May 23rd - 12:03 pm
Former veteran AP reporter-turned-NYSBA senior writer Marc Humbert got a nice scoop of an interview with Senate Education Committee Chairman John Flanagan, who said he believes the governor should be “the highest-paid public servant in the state” and wouldn’t mind seeing his salary double.
“I believe that the governor’s salary should be raised. I do. I do,” the Long Island Republican said.
“I think what we should do is the mirroring of the type of commission we set up to look at judicial compensation. You get a group of high-caliber talented people and do a review.”
“…He’s the governor of the state of New York. He’s the CEO of 19 million people….It’s not unusual to fairly compensate someone at that level.”
Cuomo, as you’ll recall, took a 5 percent salary cut not long after he came into office and had his top aides in the executive chamber do the same.
The topic came up in the context of a question on Gov. Andrew Cuomo’s proposed salary cap for superintendents (which, come to think of it, we haven’t really heard all that much about lately).
Flanagan called the proposal “good theater” and admitted some of the salaries – particularly on Long Island, where they tend to be highest – are “absolutely” outrageous. But, he also noted that those salaries are local decisions approved by school boards. (Interestingly, he told me during an early February CapTon interview that he was “open” to the idea of a salary cap).
The senator, who just took a pass on running for Suffolk County executive, has been floated as a potential statewide contender for some time. Humbert asked if he has thought about running for governor. He responded:
“Of course. I’d be a fool to say that I haven’t. To me, being governor of the state of New York is like playing for the New York Yankees. You want to do something big in government? That’s the job. It is something that I clearly think about. Right now? I think I need to focus on the job that I have. As corny as it sounds, I’m pretty damn lucky. I’ve had options and opportunities, and right now I have a pretty good gig.”
May 23rd - 10:54 am
Count Phoenix Suns point guard Steve Nash among the celebrities in favor of legalizing same-sex marriage in New York.
The Human Rights Campaign, part of a broader coalition of advocacy groups pushing for legalization this year, praised Nash’s support.
“One of the most respected players in the game, Steve Nash is a leader on and off the court,” said HRC Senior New York Strategist Brian Ellner. “We are very fortunate he has lent his voice to our campaign in New York. He realizes, like most New Yorkers, it’s time for committed gay and lesbian couples to marry.”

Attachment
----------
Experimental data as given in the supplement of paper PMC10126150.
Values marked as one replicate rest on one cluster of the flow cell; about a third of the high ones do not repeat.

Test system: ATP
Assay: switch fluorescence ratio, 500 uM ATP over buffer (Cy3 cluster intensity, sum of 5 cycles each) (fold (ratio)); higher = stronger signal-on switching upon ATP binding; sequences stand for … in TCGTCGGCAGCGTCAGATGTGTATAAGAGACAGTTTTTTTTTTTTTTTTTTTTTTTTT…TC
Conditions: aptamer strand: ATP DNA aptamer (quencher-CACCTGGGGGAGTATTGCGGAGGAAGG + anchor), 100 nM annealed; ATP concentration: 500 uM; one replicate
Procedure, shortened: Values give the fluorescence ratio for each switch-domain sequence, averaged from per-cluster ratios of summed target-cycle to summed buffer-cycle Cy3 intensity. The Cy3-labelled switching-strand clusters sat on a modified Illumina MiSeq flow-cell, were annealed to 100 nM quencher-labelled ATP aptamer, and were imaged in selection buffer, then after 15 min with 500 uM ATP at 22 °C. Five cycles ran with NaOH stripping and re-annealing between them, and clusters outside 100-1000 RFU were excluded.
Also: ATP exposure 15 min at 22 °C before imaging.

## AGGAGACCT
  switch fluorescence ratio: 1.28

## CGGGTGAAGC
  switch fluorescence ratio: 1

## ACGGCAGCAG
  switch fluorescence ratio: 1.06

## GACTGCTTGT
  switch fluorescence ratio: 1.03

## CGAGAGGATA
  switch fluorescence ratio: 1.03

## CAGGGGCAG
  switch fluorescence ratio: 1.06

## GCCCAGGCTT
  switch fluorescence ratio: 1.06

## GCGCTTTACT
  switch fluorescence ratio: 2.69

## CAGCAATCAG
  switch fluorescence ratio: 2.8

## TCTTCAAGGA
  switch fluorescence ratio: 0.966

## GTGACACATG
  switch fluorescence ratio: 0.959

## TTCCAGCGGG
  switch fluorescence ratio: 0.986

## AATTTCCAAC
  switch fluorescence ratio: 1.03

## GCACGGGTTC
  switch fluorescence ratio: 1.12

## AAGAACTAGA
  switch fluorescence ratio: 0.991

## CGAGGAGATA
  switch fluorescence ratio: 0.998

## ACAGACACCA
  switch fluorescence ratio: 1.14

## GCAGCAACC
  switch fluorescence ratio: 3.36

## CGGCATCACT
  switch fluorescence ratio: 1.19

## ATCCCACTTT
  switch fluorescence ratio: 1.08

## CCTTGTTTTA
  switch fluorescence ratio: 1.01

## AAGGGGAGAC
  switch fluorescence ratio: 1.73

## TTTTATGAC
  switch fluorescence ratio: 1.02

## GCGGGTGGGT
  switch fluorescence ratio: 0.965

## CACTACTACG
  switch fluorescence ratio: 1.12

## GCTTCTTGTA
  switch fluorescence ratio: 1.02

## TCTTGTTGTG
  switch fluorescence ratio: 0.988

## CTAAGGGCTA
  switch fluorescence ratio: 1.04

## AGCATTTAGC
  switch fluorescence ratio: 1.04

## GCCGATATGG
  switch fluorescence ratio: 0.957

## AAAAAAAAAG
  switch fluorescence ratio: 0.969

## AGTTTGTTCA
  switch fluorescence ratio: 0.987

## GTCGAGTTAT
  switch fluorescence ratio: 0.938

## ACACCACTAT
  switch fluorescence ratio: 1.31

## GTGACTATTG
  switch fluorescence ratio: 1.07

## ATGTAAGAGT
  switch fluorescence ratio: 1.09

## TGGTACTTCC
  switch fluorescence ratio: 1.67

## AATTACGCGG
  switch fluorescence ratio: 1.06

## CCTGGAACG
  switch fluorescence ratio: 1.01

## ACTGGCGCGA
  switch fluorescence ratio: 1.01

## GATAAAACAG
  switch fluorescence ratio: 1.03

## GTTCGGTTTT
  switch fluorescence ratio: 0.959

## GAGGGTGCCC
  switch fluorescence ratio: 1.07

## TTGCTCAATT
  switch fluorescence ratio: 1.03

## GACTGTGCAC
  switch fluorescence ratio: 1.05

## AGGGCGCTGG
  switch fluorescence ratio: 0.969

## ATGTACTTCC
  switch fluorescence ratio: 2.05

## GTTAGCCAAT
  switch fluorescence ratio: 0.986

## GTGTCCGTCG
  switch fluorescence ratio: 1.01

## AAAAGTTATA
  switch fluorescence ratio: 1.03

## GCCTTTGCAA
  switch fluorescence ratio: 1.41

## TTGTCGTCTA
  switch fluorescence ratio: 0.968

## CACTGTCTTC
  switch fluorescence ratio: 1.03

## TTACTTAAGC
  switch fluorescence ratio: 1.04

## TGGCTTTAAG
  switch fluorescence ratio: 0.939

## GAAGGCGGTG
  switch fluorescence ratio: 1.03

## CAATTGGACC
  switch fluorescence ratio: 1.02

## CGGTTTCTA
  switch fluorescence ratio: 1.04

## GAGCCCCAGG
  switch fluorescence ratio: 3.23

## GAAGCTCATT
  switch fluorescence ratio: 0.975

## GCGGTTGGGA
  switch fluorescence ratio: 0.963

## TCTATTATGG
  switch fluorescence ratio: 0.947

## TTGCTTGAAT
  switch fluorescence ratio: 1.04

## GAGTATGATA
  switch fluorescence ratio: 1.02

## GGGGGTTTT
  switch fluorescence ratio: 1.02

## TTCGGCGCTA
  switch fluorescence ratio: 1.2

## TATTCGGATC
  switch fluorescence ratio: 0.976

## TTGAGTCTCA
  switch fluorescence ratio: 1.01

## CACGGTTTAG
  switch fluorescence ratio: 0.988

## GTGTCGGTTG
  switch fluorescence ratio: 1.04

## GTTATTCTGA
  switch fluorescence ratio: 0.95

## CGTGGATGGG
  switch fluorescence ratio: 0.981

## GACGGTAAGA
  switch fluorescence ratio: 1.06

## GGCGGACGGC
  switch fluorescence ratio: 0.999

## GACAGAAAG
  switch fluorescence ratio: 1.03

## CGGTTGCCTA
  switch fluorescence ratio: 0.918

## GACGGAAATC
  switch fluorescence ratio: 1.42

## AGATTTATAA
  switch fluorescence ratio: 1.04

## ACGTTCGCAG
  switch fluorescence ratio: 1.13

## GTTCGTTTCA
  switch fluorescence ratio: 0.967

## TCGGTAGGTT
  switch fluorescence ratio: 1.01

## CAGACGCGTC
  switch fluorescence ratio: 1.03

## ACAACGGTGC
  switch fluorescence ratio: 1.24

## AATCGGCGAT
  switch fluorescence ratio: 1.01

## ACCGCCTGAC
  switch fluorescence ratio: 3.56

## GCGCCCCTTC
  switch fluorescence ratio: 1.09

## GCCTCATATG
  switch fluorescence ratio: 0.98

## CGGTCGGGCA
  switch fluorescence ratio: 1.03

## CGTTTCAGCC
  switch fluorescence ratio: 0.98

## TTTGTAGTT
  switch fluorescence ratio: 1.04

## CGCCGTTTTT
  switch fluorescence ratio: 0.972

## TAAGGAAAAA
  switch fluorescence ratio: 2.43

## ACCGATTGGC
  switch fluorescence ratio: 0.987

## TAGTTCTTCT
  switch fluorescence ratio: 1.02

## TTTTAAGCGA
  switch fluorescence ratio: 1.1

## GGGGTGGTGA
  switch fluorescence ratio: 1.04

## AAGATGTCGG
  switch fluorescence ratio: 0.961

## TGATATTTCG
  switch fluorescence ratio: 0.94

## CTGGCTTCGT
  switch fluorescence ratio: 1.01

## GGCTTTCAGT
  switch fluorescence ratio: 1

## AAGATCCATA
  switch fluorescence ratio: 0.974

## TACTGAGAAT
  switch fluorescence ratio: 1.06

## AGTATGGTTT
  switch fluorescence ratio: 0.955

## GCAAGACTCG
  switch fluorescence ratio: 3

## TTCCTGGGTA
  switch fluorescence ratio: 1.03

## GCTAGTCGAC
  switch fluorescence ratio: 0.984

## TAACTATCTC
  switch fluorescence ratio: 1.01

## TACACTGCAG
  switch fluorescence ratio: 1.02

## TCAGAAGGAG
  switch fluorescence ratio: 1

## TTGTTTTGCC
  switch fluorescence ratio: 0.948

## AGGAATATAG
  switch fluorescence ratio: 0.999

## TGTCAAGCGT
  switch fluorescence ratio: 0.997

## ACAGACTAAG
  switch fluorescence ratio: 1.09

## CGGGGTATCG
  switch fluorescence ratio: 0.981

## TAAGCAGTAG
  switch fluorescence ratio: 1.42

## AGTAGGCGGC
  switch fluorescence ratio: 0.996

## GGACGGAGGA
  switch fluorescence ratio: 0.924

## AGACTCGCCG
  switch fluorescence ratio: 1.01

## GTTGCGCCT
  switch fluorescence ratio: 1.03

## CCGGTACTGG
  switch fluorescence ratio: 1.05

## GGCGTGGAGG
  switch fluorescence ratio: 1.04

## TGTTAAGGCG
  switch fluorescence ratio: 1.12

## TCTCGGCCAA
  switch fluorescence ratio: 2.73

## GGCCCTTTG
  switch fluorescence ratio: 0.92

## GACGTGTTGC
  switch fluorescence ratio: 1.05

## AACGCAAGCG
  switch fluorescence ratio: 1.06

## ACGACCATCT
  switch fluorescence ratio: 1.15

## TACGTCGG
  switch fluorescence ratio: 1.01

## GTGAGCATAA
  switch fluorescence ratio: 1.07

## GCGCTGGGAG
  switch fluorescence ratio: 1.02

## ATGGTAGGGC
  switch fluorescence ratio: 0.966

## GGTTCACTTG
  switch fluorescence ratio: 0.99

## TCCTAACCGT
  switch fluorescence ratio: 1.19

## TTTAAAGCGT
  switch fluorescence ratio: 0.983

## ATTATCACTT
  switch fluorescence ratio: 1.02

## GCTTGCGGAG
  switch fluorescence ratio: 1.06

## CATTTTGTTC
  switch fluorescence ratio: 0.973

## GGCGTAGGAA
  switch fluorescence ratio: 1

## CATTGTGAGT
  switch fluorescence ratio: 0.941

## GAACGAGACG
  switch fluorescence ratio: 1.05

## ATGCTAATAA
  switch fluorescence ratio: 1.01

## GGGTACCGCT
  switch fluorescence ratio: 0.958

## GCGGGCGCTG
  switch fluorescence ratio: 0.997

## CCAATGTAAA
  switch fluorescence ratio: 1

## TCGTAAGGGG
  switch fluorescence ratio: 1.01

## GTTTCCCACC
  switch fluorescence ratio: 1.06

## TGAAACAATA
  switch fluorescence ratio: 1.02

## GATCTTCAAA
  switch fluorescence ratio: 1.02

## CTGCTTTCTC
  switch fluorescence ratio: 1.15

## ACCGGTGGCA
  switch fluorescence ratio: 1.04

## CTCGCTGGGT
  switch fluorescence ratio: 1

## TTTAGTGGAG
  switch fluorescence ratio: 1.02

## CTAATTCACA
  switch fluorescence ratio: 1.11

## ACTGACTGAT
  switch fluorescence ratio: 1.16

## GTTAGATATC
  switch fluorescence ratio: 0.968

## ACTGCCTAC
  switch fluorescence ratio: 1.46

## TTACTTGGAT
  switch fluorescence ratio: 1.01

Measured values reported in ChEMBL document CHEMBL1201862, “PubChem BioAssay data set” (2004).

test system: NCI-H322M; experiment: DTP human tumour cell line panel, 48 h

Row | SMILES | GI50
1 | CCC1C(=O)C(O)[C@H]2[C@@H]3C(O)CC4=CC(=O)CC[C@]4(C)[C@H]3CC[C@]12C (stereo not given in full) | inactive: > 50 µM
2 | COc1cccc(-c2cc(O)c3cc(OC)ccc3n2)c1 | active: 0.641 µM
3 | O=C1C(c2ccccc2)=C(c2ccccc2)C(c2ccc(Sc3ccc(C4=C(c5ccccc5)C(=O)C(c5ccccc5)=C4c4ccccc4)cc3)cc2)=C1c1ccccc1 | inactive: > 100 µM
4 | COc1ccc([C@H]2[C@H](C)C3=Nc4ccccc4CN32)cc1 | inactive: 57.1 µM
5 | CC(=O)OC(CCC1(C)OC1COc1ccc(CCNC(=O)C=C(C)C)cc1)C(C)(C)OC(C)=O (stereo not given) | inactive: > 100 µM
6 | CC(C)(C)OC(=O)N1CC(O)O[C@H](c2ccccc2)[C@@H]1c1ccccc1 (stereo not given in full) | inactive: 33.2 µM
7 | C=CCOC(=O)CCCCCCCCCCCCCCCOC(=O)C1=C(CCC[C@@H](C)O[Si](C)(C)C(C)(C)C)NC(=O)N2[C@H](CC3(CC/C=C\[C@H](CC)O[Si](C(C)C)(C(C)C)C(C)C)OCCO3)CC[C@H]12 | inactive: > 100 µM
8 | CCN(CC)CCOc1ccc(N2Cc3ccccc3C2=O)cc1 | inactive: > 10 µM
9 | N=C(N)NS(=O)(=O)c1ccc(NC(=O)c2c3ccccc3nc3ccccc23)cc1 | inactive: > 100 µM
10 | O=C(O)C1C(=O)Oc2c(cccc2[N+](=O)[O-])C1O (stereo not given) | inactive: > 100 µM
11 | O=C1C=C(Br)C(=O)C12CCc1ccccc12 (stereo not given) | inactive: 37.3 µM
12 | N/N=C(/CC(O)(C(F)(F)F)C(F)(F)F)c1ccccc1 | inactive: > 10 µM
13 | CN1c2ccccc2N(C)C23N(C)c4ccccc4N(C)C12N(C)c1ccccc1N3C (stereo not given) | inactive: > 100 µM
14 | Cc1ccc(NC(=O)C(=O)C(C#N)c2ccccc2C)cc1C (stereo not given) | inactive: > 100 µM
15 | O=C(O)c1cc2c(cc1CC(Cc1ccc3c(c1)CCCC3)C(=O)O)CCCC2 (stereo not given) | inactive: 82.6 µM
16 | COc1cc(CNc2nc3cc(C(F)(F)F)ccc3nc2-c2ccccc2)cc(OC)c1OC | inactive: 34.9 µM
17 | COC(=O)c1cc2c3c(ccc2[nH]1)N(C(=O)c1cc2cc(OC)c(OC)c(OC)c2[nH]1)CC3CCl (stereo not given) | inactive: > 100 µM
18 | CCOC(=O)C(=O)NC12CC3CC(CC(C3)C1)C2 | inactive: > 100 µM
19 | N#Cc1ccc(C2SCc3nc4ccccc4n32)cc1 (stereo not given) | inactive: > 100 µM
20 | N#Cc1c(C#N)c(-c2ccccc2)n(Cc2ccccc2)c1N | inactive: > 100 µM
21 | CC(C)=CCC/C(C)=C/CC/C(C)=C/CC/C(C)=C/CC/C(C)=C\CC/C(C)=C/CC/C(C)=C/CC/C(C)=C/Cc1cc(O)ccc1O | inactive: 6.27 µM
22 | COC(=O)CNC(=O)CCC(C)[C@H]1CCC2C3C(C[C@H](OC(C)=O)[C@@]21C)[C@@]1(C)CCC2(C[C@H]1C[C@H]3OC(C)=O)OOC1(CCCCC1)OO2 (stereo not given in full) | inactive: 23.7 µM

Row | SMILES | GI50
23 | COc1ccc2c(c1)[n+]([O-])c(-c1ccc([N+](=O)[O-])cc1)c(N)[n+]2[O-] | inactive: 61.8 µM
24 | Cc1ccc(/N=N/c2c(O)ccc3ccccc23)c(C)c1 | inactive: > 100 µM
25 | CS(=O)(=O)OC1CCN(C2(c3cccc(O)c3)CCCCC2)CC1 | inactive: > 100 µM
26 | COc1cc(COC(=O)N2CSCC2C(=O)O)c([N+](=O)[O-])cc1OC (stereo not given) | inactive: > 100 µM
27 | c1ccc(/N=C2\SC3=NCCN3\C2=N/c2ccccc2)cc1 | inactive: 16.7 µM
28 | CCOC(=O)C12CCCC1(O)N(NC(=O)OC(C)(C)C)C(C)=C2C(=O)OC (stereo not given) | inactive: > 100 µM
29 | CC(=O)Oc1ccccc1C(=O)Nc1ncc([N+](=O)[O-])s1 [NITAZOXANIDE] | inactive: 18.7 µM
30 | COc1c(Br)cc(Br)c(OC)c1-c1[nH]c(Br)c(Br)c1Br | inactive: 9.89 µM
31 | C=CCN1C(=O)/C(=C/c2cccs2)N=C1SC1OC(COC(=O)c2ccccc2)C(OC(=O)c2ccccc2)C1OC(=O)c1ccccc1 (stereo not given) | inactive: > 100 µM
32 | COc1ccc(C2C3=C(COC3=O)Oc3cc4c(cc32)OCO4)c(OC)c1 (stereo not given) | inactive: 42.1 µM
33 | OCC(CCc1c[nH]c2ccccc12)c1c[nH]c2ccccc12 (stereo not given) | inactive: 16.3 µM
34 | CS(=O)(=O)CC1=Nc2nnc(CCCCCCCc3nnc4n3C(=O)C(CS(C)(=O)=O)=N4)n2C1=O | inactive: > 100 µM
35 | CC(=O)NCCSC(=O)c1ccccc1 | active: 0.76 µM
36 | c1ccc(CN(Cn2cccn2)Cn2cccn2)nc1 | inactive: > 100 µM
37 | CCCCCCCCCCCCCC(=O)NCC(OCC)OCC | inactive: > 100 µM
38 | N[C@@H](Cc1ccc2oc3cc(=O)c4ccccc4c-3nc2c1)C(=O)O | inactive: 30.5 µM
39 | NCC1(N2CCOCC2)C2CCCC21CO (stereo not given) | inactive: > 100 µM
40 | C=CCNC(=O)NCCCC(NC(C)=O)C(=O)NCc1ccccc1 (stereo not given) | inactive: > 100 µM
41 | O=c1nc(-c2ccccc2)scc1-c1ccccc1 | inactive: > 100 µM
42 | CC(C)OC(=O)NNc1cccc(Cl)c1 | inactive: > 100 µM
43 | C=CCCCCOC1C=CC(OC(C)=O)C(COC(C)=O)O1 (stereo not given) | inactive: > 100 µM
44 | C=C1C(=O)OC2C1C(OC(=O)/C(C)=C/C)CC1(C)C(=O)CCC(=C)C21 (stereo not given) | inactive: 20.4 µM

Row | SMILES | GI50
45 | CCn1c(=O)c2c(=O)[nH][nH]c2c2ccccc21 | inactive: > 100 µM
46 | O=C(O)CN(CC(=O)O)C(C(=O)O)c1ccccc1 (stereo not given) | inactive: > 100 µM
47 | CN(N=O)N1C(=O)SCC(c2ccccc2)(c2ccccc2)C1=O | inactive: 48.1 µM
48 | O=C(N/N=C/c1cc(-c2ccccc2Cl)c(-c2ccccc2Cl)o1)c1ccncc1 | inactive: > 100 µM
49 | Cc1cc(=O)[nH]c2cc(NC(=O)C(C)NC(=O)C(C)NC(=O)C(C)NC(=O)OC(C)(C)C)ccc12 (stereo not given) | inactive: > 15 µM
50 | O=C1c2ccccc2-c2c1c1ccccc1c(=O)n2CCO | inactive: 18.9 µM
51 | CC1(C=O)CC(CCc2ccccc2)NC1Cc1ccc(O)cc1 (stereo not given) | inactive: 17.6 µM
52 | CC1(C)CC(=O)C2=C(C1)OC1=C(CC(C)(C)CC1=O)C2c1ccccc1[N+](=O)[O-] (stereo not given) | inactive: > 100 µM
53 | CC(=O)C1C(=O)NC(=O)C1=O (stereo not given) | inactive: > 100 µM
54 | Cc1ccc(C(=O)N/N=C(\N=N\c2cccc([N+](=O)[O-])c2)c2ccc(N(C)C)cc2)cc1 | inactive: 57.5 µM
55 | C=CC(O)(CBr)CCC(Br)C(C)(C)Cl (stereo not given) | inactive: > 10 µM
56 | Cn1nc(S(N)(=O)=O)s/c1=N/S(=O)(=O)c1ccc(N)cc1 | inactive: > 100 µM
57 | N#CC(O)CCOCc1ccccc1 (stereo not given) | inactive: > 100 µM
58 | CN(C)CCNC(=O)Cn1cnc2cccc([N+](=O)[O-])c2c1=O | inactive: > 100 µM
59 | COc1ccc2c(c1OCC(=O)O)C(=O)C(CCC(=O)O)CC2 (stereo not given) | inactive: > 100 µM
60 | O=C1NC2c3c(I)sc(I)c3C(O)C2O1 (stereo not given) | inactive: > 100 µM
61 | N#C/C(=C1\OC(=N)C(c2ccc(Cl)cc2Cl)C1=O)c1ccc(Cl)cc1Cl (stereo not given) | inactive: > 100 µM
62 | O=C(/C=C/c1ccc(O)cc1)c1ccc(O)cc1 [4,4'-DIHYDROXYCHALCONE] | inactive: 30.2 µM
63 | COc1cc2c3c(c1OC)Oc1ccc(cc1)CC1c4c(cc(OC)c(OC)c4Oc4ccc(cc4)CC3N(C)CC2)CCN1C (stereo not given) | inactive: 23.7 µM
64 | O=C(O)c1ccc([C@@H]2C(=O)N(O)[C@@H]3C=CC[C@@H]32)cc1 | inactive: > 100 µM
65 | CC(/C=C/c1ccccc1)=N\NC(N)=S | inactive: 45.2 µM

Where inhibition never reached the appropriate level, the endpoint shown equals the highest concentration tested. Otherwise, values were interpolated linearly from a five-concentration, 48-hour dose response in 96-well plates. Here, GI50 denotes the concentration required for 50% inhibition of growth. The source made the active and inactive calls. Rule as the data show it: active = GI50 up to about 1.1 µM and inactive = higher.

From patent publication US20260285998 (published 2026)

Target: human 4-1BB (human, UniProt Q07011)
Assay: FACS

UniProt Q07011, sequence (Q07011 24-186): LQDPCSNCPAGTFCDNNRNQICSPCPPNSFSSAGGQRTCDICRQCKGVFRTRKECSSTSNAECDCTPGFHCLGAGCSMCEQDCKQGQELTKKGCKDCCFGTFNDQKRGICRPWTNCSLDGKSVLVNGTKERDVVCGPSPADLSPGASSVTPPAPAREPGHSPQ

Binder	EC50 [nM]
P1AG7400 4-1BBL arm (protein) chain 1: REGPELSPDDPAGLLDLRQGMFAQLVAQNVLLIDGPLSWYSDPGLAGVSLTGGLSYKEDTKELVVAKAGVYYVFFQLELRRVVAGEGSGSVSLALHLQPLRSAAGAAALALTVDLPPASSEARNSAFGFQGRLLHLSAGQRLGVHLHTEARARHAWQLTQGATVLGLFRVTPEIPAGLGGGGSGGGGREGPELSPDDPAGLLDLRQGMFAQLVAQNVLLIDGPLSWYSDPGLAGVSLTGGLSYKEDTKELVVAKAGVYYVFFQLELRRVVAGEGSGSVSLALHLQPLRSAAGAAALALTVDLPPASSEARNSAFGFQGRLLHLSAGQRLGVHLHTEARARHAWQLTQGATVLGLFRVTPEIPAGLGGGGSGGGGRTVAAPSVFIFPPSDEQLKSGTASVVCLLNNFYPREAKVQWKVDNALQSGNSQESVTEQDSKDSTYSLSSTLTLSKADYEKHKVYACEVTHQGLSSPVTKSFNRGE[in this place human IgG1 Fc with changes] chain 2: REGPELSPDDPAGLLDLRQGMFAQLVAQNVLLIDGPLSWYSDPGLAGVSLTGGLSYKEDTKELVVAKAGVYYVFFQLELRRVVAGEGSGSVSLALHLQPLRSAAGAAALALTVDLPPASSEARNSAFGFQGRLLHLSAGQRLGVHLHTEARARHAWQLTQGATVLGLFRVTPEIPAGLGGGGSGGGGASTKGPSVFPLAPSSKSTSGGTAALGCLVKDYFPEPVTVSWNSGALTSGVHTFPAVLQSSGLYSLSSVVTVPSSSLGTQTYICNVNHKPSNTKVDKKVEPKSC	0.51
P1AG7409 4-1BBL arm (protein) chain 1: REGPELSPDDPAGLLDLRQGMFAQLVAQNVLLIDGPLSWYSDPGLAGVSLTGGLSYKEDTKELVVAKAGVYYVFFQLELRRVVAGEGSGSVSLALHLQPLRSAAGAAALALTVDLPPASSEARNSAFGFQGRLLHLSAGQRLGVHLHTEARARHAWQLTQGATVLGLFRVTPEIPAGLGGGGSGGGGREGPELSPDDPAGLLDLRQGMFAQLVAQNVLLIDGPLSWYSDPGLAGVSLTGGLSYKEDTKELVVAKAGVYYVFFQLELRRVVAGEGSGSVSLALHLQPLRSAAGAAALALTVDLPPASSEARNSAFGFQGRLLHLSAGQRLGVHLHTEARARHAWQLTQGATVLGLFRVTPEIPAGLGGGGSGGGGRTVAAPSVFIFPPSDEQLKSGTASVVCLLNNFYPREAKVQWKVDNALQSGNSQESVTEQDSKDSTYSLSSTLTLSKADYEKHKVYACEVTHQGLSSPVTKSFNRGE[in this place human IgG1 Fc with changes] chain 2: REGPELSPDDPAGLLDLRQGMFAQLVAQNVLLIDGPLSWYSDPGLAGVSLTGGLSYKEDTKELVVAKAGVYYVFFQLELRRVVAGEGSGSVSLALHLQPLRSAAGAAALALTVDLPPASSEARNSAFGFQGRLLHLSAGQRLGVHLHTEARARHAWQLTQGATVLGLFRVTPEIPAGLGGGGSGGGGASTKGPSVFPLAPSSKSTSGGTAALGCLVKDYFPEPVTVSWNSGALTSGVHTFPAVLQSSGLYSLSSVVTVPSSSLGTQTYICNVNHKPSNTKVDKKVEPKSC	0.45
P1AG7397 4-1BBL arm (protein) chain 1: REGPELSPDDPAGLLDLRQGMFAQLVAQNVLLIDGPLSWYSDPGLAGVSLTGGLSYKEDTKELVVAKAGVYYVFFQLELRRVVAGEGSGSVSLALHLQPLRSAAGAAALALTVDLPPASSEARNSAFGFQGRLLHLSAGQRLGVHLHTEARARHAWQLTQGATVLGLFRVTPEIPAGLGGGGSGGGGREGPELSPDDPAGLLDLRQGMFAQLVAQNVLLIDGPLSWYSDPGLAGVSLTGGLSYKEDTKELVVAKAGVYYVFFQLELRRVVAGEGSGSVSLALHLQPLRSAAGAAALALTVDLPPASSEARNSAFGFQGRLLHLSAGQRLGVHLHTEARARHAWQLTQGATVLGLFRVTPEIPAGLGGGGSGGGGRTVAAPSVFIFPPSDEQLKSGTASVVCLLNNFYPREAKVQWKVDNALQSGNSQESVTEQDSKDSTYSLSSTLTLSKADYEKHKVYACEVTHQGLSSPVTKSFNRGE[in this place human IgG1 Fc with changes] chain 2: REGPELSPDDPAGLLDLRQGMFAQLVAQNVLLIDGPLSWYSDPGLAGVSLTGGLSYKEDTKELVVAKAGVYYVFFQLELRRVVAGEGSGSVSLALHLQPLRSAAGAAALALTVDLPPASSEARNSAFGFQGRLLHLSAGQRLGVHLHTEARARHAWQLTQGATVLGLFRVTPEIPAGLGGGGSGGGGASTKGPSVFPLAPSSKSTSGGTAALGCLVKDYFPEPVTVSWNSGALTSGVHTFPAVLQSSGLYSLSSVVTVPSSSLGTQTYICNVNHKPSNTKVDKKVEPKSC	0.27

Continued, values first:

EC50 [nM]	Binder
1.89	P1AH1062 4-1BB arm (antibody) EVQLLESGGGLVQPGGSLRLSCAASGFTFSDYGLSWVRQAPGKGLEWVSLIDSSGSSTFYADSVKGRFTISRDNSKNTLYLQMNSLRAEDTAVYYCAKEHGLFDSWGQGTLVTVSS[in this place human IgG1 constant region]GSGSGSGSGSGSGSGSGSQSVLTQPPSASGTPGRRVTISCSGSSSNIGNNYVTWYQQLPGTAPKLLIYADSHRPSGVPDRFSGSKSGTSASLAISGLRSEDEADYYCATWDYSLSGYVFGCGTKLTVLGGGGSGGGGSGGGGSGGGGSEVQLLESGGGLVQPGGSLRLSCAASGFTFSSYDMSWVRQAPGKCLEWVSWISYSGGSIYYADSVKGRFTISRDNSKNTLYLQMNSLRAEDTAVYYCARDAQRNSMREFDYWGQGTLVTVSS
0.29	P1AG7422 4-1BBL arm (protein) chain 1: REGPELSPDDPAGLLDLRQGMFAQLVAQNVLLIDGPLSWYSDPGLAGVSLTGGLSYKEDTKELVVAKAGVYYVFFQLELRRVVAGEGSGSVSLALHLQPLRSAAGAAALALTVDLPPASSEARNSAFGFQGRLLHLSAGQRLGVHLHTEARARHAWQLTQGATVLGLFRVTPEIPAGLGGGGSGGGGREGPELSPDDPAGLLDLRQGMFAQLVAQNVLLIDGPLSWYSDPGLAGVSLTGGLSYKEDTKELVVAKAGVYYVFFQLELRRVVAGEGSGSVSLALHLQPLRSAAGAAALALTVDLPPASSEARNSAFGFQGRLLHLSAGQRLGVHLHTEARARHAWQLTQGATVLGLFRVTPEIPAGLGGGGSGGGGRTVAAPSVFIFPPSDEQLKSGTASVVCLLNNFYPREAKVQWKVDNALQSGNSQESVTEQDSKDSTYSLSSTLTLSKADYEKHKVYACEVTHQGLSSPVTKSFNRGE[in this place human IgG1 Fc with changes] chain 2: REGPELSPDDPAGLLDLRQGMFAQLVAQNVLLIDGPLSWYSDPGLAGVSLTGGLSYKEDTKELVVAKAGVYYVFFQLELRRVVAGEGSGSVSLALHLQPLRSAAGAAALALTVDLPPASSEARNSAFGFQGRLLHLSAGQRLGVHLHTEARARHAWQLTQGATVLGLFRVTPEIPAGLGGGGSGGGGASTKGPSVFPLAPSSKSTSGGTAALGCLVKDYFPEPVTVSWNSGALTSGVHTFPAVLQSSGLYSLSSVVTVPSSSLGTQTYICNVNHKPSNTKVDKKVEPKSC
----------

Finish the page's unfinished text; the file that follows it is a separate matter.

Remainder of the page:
In a video, Nash says a “growing number of athletes” are speaking out in support of gay marriage.
Nash lives in New York City during the off-season. His support comes along with New York Rangers forward Sean Avery releasing a web video backing gay marriage as well.
May 23rd - 10:48 am
The Senate will again consider legislation that would legalize mixed-martial arts in New York — a proposal that its supporters say will increase revenue for the cash-strapped state.
Opponents of the measure, including some Republicans, say the sport is far too dangerous and brutal to be licensed in New York.
The measure passed the Senate in 2010, but failed to gain traction in the Assembly.
Still, the effort to legalize and license the sport in New York has a strong and vocal following. In a blog post late Sunday, the Coalition to Legalize Mixed Martial Arts In New York urged supporters to call their legislators in support of the bill.
From the bill memo:
Thirty-one states currently allow mixed marital arts and the NYSAC needs to be properly empowered to maintain both the dignity of the sport and the best interest of the safety and welfare of the professional combative sports participants
May 23rd - 10:09 am
As he has on his other major legislative goals, Gov. Andrew Cuomo released a web video this morning in support of same-sex marriage, a week after some advocates called into question his support for the measure.
The video, first released to The New York Times, has Cuomo making the same arguments for same-sex marriage he has over the last several weeks, mainly that the state needs to live up
“This is a matter of fairness and equality. It is not a question of religion or culture, but a question of legal rights and government policy,” Cuomo said.
The video follows a report in The Wall Street Journal over the weekend that the governor has personally called multiple Republican senators who may be on the fence.
Cuomo is backing the measure on his People First campaign, along with a 2 percent cap on property taxes and an ethics laws overhaul.